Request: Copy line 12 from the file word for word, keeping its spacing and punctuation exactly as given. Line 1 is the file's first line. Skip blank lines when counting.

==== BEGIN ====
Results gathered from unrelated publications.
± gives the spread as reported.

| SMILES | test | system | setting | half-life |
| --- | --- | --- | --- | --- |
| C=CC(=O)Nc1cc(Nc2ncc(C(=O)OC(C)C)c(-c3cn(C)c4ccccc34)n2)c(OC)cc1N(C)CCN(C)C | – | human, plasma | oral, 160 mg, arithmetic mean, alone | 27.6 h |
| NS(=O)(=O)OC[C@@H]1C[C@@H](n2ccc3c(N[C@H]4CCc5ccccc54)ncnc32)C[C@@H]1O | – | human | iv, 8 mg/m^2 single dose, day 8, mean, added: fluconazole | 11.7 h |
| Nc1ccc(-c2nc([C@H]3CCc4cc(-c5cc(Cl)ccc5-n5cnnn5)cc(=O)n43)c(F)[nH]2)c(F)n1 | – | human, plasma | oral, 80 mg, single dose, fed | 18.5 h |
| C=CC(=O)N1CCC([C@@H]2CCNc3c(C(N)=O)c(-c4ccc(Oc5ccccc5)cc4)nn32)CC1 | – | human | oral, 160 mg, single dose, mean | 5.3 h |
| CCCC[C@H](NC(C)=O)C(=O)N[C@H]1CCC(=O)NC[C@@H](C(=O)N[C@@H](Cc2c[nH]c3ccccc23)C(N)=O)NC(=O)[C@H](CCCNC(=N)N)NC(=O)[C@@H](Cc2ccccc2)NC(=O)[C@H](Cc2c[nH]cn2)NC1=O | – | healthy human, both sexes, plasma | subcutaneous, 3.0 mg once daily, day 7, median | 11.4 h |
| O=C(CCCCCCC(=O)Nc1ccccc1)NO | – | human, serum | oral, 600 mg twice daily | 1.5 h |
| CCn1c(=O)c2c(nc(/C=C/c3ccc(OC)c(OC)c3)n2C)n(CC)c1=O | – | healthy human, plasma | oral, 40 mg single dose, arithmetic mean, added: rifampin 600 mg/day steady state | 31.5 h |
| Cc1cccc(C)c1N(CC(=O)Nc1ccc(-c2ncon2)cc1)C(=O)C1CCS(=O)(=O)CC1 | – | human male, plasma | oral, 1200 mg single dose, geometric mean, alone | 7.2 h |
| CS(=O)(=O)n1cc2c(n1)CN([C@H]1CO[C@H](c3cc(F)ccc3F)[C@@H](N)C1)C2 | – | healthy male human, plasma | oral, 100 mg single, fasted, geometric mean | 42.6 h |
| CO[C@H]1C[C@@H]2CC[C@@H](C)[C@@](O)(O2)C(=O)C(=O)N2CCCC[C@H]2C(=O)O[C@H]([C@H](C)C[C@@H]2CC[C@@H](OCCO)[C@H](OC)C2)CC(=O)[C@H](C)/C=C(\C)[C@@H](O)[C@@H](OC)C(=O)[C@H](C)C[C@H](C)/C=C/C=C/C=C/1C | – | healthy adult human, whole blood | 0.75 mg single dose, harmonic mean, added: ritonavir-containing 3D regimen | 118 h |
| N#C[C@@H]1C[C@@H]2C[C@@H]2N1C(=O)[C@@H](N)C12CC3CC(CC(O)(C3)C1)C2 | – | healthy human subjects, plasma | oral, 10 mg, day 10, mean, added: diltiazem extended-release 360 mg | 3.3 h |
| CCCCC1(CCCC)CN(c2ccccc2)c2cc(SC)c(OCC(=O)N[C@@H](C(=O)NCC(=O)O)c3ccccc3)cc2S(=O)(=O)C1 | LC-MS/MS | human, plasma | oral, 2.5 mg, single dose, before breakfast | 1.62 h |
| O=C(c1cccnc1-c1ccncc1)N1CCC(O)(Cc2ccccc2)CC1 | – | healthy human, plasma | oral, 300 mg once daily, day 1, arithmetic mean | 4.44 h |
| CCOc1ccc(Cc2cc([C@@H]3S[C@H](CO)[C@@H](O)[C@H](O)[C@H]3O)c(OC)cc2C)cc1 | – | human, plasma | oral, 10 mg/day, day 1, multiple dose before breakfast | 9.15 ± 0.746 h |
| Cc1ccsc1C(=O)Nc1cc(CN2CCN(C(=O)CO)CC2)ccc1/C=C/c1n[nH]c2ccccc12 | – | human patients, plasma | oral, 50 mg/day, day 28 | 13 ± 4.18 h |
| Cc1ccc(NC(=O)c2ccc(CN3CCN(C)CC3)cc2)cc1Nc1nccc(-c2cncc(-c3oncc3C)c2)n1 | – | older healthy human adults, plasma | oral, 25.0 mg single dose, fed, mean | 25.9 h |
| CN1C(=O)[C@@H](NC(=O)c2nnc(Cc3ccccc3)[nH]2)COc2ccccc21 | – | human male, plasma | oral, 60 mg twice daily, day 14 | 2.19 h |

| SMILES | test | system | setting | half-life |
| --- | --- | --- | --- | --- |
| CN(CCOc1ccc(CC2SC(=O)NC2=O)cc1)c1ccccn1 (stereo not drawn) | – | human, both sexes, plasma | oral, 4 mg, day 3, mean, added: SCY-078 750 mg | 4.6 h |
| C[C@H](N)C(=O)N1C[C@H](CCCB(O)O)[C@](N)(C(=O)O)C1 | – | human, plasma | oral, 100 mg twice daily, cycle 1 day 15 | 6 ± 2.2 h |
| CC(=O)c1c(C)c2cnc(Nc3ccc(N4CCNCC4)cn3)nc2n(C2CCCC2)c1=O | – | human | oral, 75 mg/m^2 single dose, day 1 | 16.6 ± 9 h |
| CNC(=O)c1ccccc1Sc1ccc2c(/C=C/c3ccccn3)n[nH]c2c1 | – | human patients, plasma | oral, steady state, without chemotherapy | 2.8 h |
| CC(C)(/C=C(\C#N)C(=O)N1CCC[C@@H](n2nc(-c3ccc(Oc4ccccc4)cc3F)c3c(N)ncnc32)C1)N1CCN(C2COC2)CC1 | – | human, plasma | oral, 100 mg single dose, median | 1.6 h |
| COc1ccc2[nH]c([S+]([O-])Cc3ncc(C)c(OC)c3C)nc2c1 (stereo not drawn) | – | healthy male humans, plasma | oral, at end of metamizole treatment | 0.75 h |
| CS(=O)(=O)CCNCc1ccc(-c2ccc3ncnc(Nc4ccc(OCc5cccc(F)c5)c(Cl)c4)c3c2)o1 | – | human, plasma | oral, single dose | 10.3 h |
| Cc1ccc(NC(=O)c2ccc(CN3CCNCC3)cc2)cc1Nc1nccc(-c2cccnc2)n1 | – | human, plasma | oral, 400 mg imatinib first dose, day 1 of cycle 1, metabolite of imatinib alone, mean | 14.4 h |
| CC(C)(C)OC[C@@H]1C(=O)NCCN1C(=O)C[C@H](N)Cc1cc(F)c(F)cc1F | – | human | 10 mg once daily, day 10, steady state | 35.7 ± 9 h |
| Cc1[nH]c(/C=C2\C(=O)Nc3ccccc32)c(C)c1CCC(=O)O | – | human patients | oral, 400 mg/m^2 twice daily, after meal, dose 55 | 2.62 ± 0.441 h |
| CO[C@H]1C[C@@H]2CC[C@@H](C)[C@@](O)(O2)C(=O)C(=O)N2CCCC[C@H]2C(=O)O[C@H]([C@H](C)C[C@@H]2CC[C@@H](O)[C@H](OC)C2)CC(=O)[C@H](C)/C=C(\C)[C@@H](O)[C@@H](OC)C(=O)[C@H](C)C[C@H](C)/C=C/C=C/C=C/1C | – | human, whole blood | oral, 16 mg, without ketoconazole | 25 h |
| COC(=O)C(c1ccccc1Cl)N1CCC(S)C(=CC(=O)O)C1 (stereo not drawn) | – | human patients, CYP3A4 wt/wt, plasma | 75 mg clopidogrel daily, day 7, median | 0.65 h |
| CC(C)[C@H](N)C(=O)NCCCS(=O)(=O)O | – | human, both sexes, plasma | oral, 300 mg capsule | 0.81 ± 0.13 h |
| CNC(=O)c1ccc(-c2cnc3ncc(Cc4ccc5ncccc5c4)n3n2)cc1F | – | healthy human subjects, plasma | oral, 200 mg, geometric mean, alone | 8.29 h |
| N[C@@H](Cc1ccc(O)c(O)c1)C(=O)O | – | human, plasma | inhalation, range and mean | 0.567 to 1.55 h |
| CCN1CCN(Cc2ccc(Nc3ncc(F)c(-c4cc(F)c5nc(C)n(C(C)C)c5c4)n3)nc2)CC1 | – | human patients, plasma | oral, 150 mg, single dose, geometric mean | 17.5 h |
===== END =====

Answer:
| Cc1cccc(C)c1N(CC(=O)Nc1ccc(-c2ncon2)cc1)C(=O)C1CCS(=O)(=O)CC1 | – | human male, plasma | oral, 1200 mg single dose, geometric mean, alone | 7.2 h |